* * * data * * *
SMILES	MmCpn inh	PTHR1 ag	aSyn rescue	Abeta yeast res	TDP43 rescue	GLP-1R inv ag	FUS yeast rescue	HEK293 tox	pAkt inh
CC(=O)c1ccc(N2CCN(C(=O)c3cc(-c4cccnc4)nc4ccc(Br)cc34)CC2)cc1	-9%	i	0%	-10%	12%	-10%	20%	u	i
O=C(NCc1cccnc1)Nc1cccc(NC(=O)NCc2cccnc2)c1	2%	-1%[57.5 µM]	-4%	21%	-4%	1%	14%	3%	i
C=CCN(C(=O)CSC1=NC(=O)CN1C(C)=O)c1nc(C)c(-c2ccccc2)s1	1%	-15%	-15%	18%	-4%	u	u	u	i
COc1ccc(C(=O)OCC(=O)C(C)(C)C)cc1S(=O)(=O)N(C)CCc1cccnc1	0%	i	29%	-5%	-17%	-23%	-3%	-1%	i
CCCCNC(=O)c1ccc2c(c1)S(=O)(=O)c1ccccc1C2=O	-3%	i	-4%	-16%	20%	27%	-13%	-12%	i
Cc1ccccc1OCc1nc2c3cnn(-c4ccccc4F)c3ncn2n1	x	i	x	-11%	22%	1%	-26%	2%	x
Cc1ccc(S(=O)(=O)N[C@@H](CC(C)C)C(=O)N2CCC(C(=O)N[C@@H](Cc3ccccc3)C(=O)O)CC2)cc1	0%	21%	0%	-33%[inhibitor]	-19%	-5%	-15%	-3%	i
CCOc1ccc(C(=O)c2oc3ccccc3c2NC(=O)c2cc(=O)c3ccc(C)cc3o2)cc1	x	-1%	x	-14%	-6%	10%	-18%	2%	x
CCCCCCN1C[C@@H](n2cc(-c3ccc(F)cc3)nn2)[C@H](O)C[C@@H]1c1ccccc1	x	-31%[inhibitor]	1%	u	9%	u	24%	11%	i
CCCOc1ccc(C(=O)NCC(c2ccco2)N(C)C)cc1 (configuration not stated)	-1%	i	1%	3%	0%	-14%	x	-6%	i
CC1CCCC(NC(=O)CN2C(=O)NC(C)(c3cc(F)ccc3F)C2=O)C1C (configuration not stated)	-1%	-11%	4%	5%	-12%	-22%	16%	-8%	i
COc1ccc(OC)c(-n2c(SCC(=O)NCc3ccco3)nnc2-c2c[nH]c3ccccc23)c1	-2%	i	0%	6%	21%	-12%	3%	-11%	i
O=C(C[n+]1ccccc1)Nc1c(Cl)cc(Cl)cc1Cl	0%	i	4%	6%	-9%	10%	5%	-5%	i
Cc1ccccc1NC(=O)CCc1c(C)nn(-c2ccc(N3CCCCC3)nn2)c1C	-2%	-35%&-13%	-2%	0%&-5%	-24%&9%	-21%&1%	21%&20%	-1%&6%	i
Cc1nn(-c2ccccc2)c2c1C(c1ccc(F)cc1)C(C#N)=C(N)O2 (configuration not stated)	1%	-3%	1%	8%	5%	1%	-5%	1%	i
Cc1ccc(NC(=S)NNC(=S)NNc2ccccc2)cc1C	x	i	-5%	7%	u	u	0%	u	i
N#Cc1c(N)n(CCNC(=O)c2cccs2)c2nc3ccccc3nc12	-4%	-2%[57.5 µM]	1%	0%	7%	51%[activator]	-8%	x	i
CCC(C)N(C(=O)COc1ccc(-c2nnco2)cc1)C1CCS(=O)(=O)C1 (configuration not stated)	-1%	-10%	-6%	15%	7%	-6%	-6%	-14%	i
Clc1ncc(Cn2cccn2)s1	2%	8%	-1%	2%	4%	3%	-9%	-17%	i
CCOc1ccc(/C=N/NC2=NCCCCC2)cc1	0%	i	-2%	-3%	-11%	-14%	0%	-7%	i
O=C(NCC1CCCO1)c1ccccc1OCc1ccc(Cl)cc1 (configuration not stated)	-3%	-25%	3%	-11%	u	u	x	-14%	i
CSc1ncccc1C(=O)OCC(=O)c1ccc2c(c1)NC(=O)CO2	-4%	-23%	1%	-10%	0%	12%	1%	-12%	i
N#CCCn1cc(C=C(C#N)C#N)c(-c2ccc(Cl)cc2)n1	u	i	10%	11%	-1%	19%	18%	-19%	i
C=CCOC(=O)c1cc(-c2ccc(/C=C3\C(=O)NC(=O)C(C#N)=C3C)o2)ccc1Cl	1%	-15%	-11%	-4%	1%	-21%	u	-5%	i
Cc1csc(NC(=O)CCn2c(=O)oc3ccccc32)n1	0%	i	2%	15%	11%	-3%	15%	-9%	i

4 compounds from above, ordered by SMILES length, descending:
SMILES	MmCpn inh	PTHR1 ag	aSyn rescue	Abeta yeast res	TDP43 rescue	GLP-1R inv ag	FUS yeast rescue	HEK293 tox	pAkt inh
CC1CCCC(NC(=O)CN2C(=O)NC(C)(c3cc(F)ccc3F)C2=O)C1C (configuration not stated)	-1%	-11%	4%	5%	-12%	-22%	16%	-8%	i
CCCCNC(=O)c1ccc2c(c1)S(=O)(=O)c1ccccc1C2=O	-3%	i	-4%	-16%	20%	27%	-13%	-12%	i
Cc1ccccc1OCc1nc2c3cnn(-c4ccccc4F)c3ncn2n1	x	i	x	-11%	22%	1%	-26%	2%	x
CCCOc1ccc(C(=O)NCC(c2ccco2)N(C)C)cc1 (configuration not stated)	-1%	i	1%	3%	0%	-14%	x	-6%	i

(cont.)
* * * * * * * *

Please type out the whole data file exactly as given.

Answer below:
SMILES	MmCpn inh	PTHR1 ag	aSyn rescue	Abeta yeast res	TDP43 rescue	GLP-1R inv ag	FUS yeast rescue	HEK293 tox	pAkt inh
CC(=O)c1ccc(N2CCN(C(=O)c3cc(-c4cccnc4)nc4ccc(Br)cc34)CC2)cc1	-9%	i	0%	-10%	12%	-10%	20%	u	i
O=C(NCc1cccnc1)Nc1cccc(NC(=O)NCc2cccnc2)c1	2%	-1%[57.5 µM]	-4%	21%	-4%	1%	14%	3%	i
C=CCN(C(=O)CSC1=NC(=O)CN1C(C)=O)c1nc(C)c(-c2ccccc2)s1	1%	-15%	-15%	18%	-4%	u	u	u	i
COc1ccc(C(=O)OCC(=O)C(C)(C)C)cc1S(=O)(=O)N(C)CCc1cccnc1	0%	i	29%	-5%	-17%	-23%	-3%	-1%	i
CCCCNC(=O)c1ccc2c(c1)S(=O)(=O)c1ccccc1C2=O	-3%	i	-4%	-16%	20%	27%	-13%	-12%	i
Cc1ccccc1OCc1nc2c3cnn(-c4ccccc4F)c3ncn2n1	x	i	x	-11%	22%	1%	-26%	2%	x
Cc1ccc(S(=O)(=O)N[C@@H](CC(C)C)C(=O)N2CCC(C(=O)N[C@@H](Cc3ccccc3)C(=O)O)CC2)cc1	0%	21%	0%	-33%[inhibitor]	-19%	-5%	-15%	-3%	i
CCOc1ccc(C(=O)c2oc3ccccc3c2NC(=O)c2cc(=O)c3ccc(C)cc3o2)cc1	x	-1%	x	-14%	-6%	10%	-18%	2%	x
CCCCCCN1C[C@@H](n2cc(-c3ccc(F)cc3)nn2)[C@H](O)C[C@@H]1c1ccccc1	x	-31%[inhibitor]	1%	u	9%	u	24%	11%	i
CCCOc1ccc(C(=O)NCC(c2ccco2)N(C)C)cc1 (configuration not stated)	-1%	i	1%	3%	0%	-14%	x	-6%	i
CC1CCCC(NC(=O)CN2C(=O)NC(C)(c3cc(F)ccc3F)C2=O)C1C (configuration not stated)	-1%	-11%	4%	5%	-12%	-22%	16%	-8%	i
COc1ccc(OC)c(-n2c(SCC(=O)NCc3ccco3)nnc2-c2c[nH]c3ccccc23)c1	-2%	i	0%	6%	21%	-12%	3%	-11%	i
O=C(C[n+]1ccccc1)Nc1c(Cl)cc(Cl)cc1Cl	0%	i	4%	6%	-9%	10%	5%	-5%	i
Cc1ccccc1NC(=O)CCc1c(C)nn(-c2ccc(N3CCCCC3)nn2)c1C	-2%	-35%&-13%	-2%	0%&-5%	-24%&9%	-21%&1%	21%&20%	-1%&6%	i
Cc1nn(-c2ccccc2)c2c1C(c1ccc(F)cc1)C(C#N)=C(N)O2 (configuration not stated)	1%	-3%	1%	8%	5%	1%	-5%	1%	i
Cc1ccc(NC(=S)NNC(=S)NNc2ccccc2)cc1C	x	i	-5%	7%	u	u	0%	u	i
N#Cc1c(N)n(CCNC(=O)c2cccs2)c2nc3ccccc3nc12	-4%	-2%[57.5 µM]	1%	0%	7%	51%[activator]	-8%	x	i
CCC(C)N(C(=O)COc1ccc(-c2nnco2)cc1)C1CCS(=O)(=O)C1 (configuration not stated)	-1%	-10%	-6%	15%	7%	-6%	-6%	-14%	i
Clc1ncc(Cn2cccn2)s1	2%	8%	-1%	2%	4%	3%	-9%	-17%	i
CCOc1ccc(/C=N/NC2=NCCCCC2)cc1	0%	i	-2%	-3%	-11%	-14%	0%	-7%	i
O=C(NCC1CCCO1)c1ccccc1OCc1ccc(Cl)cc1 (configuration not stated)	-3%	-25%	3%	-11%	u	u	x	-14%	i
CSc1ncccc1C(=O)OCC(=O)c1ccc2c(c1)NC(=O)CO2	-4%	-23%	1%	-10%	0%	12%	1%	-12%	i
N#CCCn1cc(C=C(C#N)C#N)c(-c2ccc(Cl)cc2)n1	u	i	10%	11%	-1%	19%	18%	-19%	i
C=CCOC(=O)c1cc(-c2ccc(/C=C3\C(=O)NC(=O)C(C#N)=C3C)o2)ccc1Cl	1%	-15%	-11%	-4%	1%	-21%	u	-5%	i
Cc1csc(NC(=O)CCn2c(=O)oc3ccccc32)n1	0%	i	2%	15%	11%	-3%	15%	-9%	i

4 compounds from above, ordered by SMILES length, descending:
SMILES	MmCpn inh	PTHR1 ag	aSyn rescue	Abeta yeast res	TDP43 rescue	GLP-1R inv ag	FUS yeast rescue	HEK293 tox	pAkt inh
CC1CCCC(NC(=O)CN2C(=O)NC(C)(c3cc(F)ccc3F)C2=O)C1C (configuration not stated)	-1%	-11%	4%	5%	-12%	-22%	16%	-8%	i
CCCCNC(=O)c1ccc2c(c1)S(=O)(=O)c1ccccc1C2=O	-3%	i	-4%	-16%	20%	27%	-13%	-12%	i
Cc1ccccc1OCc1nc2c3cnn(-c4ccccc4F)c3ncn2n1	x	i	x	-11%	22%	1%	-26%	2%	x
CCCOc1ccc(C(=O)NCC(c2ccco2)N(C)C)cc1 (configuration not stated)	-1%	i	1%	3%	0%	-14%	x	-6%	i

(cont.)